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49. the one senator joe manchin opposes abortion rights says he hasn't made a decision on this bill. there was a similar bill he was a no on in february. we did catch up with senator susan collins, a republican who supports abortion rights but also voted to confirm justices gorsuch and kavanaugh who signed on to that draft opinion to ban abortion sending it back to the states. i asked her whether or not she regrets supporting those two justices and she made clear that she wants to hear more information about this ruling and also if it is true, it's inconsistent with what she told her. >> senator, do you regret supporting kavanaugh and gorsuch? >> manu, we do not know what the decision for certain is going to be as we have said. >> were you misled by them. >> as i have said, if the draft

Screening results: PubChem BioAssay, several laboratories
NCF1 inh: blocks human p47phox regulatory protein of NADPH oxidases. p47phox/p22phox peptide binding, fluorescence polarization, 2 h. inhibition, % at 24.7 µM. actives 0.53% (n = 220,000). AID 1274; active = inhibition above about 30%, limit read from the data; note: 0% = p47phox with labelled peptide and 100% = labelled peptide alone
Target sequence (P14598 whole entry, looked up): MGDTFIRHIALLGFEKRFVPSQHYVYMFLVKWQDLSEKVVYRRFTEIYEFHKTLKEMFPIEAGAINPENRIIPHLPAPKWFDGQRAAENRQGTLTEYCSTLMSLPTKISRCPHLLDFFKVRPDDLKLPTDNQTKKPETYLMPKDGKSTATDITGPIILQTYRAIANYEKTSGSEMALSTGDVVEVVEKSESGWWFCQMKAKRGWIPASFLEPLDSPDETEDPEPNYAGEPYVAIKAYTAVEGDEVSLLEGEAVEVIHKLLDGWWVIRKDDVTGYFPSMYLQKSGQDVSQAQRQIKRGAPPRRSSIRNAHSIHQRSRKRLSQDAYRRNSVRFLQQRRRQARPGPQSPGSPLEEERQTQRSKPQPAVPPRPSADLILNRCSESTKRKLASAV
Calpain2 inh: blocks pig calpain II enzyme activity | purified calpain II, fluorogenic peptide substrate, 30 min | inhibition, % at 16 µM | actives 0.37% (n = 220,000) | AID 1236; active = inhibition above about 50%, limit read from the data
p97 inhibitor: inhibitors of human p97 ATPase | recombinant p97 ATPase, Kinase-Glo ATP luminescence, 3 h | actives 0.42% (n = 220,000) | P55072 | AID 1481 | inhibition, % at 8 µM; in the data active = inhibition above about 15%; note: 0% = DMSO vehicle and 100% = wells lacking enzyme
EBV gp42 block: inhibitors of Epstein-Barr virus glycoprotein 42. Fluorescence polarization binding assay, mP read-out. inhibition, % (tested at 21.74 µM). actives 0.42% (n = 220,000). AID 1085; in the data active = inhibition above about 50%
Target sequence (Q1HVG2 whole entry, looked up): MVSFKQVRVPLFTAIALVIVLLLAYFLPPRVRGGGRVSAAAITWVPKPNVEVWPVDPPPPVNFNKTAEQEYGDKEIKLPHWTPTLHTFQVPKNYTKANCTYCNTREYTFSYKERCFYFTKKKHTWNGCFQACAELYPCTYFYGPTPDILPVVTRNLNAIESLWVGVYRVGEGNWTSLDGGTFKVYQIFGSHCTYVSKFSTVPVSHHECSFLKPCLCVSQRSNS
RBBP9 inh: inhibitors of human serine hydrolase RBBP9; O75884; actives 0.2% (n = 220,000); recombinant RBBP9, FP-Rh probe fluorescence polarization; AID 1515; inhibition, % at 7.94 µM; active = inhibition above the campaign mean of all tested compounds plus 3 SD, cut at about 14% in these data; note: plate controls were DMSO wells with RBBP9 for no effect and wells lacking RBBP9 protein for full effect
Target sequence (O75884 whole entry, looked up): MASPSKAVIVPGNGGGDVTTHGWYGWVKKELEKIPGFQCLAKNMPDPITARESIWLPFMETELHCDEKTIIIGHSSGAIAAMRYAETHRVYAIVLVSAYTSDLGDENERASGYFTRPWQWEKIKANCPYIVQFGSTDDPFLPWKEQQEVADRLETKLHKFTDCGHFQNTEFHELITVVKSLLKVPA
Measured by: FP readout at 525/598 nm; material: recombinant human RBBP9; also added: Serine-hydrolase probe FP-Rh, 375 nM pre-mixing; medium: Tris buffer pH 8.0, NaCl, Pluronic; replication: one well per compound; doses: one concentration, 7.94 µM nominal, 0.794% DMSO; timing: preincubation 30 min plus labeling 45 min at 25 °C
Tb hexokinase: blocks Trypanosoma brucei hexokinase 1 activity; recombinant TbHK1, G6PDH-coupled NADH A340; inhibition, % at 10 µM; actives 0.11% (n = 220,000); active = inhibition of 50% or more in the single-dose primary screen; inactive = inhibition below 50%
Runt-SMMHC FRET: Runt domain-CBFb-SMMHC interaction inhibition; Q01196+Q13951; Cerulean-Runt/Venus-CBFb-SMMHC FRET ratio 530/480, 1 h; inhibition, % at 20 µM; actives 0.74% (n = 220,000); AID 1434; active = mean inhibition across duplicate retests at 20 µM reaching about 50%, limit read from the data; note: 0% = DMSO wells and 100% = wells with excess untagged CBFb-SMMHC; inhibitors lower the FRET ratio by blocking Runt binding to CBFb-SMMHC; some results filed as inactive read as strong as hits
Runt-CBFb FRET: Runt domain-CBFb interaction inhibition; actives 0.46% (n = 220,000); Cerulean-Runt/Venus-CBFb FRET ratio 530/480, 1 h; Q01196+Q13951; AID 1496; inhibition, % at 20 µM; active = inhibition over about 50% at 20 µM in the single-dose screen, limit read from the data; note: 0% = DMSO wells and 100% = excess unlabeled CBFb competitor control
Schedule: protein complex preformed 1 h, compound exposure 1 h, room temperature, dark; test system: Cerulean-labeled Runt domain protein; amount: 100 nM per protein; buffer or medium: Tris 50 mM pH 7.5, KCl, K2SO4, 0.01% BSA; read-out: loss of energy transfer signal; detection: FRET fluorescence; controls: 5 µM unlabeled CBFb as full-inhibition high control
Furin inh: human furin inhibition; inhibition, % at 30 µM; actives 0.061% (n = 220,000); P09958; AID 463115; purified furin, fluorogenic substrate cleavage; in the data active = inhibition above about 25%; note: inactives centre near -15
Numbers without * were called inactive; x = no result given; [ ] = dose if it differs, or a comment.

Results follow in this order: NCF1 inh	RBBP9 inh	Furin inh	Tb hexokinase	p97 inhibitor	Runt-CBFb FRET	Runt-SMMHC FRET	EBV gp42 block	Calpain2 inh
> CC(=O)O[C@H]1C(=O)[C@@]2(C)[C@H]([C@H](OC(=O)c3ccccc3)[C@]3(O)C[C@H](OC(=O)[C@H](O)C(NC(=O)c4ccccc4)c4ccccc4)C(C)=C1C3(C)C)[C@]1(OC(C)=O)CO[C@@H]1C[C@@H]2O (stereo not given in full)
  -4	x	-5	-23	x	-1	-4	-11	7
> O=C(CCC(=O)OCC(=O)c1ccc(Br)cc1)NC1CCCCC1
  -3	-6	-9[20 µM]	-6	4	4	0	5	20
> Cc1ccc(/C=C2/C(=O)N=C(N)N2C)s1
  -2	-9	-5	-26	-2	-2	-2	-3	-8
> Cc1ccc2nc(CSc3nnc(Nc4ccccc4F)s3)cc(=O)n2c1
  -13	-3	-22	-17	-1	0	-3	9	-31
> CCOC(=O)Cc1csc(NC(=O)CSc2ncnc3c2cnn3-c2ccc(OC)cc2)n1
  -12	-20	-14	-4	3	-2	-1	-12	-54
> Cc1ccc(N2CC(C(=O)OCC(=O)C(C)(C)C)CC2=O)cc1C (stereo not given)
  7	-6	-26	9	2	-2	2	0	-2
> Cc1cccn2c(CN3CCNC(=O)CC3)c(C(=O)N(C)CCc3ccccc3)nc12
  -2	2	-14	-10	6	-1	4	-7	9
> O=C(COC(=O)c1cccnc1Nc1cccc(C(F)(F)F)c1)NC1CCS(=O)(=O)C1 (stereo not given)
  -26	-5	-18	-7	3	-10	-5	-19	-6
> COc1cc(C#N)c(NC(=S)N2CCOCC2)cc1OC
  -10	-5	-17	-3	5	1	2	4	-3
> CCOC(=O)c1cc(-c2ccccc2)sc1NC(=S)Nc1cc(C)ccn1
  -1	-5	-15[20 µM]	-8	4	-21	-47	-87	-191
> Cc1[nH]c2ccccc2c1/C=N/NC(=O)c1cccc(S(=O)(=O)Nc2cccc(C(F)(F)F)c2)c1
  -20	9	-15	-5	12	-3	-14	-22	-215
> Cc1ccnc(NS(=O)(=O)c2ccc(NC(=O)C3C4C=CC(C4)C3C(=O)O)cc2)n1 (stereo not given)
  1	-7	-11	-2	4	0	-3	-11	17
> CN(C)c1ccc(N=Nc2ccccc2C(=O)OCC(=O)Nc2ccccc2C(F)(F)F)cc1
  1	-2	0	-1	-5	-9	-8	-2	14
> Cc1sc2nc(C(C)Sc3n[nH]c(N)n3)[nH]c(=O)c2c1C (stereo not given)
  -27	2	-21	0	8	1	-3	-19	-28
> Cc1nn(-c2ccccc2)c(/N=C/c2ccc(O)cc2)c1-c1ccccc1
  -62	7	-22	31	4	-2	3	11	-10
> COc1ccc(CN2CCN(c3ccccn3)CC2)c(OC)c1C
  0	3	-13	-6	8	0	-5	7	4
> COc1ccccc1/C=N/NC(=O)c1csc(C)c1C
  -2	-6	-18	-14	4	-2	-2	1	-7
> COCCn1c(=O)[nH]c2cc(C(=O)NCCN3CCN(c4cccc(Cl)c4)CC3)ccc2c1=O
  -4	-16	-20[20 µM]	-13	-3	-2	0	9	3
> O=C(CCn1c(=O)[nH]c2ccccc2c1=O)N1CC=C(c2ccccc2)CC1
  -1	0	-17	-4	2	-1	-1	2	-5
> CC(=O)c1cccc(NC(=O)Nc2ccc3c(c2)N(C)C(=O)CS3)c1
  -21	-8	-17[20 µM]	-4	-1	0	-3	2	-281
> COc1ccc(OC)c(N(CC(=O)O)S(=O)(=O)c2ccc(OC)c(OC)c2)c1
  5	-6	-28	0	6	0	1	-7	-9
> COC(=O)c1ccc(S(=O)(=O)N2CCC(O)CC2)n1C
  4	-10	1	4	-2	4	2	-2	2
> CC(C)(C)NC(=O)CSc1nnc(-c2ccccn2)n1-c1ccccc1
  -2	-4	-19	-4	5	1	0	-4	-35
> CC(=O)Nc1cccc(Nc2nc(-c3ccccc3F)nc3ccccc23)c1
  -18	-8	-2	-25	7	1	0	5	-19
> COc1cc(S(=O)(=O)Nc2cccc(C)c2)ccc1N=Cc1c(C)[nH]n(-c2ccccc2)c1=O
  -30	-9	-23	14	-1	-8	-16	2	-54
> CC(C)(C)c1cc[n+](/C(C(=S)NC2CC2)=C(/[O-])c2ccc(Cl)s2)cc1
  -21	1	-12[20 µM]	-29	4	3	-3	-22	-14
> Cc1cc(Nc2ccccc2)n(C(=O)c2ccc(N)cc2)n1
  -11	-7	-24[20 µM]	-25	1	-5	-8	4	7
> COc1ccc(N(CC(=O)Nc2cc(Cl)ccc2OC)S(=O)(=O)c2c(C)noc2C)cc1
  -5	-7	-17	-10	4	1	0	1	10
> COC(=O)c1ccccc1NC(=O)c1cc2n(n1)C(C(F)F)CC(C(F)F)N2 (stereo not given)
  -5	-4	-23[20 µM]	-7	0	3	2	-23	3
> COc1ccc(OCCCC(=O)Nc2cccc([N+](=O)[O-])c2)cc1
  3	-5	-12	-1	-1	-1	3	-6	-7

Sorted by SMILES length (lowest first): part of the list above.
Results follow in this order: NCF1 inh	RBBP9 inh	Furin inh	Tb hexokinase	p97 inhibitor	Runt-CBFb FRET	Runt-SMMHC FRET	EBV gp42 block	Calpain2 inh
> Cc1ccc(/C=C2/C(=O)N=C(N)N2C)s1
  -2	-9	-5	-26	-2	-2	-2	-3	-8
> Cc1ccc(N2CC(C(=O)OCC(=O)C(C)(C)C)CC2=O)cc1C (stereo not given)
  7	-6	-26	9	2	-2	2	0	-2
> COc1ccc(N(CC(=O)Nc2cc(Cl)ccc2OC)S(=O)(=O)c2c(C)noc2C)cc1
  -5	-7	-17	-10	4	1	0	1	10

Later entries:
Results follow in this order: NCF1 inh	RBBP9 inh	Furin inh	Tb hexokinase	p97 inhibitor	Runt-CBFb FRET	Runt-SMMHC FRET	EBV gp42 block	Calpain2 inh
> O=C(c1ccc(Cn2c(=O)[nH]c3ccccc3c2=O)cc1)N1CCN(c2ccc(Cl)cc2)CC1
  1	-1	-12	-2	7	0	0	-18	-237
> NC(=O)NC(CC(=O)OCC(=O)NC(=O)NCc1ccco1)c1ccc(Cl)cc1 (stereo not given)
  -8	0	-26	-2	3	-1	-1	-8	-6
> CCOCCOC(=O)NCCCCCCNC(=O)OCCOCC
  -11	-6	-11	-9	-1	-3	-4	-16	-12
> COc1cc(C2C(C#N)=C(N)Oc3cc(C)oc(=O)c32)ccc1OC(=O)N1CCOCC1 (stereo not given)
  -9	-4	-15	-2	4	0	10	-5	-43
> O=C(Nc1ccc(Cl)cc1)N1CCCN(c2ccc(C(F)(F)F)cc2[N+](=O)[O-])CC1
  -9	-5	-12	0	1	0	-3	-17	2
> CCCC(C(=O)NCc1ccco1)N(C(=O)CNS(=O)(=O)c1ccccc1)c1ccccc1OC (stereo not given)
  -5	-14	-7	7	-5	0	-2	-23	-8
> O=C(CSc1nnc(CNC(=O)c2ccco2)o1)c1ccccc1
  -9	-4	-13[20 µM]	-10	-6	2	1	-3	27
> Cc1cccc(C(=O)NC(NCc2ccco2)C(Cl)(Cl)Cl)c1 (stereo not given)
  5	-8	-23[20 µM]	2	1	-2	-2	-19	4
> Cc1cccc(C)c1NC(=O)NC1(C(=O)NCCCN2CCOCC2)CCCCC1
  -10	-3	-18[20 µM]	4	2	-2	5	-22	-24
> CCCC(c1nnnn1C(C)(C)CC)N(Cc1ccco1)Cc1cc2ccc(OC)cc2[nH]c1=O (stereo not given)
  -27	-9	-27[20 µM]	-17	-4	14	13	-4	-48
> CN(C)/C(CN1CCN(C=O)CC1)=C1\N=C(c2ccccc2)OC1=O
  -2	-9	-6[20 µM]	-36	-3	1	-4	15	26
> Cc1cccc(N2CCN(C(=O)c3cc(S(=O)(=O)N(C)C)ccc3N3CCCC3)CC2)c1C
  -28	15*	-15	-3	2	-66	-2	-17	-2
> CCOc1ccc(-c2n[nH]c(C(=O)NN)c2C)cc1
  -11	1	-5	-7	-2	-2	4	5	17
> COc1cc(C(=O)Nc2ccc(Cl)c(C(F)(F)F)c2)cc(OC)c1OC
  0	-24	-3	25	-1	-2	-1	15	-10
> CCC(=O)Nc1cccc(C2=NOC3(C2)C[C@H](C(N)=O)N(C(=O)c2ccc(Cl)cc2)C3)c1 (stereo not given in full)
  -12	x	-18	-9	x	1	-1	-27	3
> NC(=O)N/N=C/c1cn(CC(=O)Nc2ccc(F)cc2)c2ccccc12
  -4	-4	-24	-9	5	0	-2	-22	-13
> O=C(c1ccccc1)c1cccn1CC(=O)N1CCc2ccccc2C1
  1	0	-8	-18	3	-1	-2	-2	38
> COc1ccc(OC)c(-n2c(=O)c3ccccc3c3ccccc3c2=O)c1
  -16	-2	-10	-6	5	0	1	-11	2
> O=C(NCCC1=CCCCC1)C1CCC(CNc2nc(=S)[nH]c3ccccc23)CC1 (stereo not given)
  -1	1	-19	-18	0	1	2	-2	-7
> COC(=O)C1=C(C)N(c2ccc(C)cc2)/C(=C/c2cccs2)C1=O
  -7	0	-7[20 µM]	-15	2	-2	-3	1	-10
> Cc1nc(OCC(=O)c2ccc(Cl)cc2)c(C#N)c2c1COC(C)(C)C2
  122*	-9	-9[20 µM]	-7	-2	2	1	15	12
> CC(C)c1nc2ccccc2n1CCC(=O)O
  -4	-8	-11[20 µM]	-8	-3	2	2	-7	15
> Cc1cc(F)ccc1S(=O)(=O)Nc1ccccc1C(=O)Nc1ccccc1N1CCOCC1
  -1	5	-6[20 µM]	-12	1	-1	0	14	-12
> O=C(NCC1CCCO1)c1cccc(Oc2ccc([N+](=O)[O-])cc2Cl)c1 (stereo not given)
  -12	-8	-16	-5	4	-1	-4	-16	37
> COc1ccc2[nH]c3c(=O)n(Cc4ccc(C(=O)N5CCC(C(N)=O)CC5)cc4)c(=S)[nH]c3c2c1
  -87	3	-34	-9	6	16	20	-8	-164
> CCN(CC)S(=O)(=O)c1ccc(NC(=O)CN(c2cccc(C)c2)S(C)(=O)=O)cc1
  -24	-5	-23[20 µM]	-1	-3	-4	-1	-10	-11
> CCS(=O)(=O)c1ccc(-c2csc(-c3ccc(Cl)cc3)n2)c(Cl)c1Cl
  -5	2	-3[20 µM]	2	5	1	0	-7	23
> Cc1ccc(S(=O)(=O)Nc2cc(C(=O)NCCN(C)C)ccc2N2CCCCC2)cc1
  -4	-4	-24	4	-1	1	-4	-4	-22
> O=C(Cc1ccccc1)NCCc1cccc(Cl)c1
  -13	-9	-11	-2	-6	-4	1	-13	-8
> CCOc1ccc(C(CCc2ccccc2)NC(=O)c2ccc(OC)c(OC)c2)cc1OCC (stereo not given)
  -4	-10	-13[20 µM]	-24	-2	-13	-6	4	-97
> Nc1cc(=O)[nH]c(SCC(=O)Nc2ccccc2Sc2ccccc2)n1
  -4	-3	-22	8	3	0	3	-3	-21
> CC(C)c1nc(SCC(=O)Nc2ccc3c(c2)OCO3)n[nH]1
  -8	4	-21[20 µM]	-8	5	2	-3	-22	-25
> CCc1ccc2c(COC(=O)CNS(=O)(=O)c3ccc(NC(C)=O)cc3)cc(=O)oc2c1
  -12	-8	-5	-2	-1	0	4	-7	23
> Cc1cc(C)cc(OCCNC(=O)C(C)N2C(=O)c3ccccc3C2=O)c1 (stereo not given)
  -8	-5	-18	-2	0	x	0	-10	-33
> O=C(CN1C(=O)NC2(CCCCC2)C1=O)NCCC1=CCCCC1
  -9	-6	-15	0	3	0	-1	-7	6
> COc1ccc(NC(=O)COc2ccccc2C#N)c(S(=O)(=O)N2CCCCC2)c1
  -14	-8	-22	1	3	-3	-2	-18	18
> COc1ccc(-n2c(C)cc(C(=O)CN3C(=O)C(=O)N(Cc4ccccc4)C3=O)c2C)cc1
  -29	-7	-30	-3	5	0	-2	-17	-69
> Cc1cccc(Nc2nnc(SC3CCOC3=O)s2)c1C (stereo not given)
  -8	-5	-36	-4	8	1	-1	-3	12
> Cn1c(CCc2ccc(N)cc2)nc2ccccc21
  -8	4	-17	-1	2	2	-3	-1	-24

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decision proves to be the ultimate decision, it is inconsistent with what both justices told me. >> do you mean they lied? schumer said they lied. >> let's stick to the facts. what i am doing is i am working on legislation to codify roe v. wade and planned parenthood versus casey. i think that should be our focus. >> she said that she supports moving forward with legislation to codify abortion rights but she does oppose the democratic-led bill coming to the floor tomorrow because she said it is too broad. there are questions about what the republicans might do if they do take back the senate majority. mitch mcconnell, the republican leader suggested that a ban on abortions nationwide is possible. he said that last week, but when asked today about that issue, he said that republicans, for the most part believe it should be